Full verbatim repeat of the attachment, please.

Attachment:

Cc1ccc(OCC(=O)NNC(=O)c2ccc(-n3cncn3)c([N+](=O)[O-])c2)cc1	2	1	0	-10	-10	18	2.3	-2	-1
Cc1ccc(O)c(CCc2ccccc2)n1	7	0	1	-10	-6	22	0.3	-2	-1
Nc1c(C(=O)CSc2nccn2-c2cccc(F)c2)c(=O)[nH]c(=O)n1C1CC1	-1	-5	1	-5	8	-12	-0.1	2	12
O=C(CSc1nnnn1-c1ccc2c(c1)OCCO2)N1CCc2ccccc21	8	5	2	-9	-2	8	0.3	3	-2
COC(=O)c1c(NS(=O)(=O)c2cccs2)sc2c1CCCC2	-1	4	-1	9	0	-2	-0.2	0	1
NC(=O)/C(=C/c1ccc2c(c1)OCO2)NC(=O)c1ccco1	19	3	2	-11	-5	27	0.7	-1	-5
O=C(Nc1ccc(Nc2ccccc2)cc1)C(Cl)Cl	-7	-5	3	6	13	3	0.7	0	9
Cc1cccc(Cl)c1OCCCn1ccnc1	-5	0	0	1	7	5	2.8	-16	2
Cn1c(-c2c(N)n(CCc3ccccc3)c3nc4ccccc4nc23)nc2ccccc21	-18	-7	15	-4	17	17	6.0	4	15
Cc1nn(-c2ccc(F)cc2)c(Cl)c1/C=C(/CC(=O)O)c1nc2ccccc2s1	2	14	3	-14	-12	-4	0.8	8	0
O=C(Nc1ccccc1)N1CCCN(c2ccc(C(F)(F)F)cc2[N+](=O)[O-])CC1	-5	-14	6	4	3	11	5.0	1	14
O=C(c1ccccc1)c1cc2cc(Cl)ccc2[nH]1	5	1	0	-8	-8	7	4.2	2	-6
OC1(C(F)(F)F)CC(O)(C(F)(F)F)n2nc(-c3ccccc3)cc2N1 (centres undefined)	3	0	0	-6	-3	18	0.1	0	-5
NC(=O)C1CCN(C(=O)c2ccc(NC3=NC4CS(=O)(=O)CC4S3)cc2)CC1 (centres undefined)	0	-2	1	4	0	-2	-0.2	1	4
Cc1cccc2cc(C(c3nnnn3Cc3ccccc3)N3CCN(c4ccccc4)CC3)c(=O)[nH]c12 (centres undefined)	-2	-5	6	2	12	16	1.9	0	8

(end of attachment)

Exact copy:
Cc1ccc(OCC(=O)NNC(=O)c2ccc(-n3cncn3)c([N+](=O)[O-])c2)cc1	2	1	0	-10	-10	18	2.3	-2	-1
Cc1ccc(O)c(CCc2ccccc2)n1	7	0	1	-10	-6	22	0.3	-2	-1
Nc1c(C(=O)CSc2nccn2-c2cccc(F)c2)c(=O)[nH]c(=O)n1C1CC1	-1	-5	1	-5	8	-12	-0.1	2	12
O=C(CSc1nnnn1-c1ccc2c(c1)OCCO2)N1CCc2ccccc21	8	5	2	-9	-2	8	0.3	3	-2
COC(=O)c1c(NS(=O)(=O)c2cccs2)sc2c1CCCC2	-1	4	-1	9	0	-2	-0.2	0	1
NC(=O)/C(=C/c1ccc2c(c1)OCO2)NC(=O)c1ccco1	19	3	2	-11	-5	27	0.7	-1	-5
O=C(Nc1ccc(Nc2ccccc2)cc1)C(Cl)Cl	-7	-5	3	6	13	3	0.7	0	9
Cc1cccc(Cl)c1OCCCn1ccnc1	-5	0	0	1	7	5	2.8	-16	2
Cn1c(-c2c(N)n(CCc3ccccc3)c3nc4ccccc4nc23)nc2ccccc21	-18	-7	15	-4	17	17	6.0	4	15
Cc1nn(-c2ccc(F)cc2)c(Cl)c1/C=C(/CC(=O)O)c1nc2ccccc2s1	2	14	3	-14	-12	-4	0.8	8	0
O=C(Nc1ccccc1)N1CCCN(c2ccc(C(F)(F)F)cc2[N+](=O)[O-])CC1	-5	-14	6	4	3	11	5.0	1	14
O=C(c1ccccc1)c1cc2cc(Cl)ccc2[nH]1	5	1	0	-8	-8	7	4.2	2	-6
OC1(C(F)(F)F)CC(O)(C(F)(F)F)n2nc(-c3ccccc3)cc2N1 (centres undefined)	3	0	0	-6	-3	18	0.1	0	-5
NC(=O)C1CCN(C(=O)c2ccc(NC3=NC4CS(=O)(=O)CC4S3)cc2)CC1 (centres undefined)	0	-2	1	4	0	-2	-0.2	1	4
Cc1cccc2cc(C(c3nnnn3Cc3ccccc3)N3CCN(c4ccccc4)CC3)c(=O)[nH]c12 (centres undefined)	-2	-5	6	2	12	16	1.9	0	8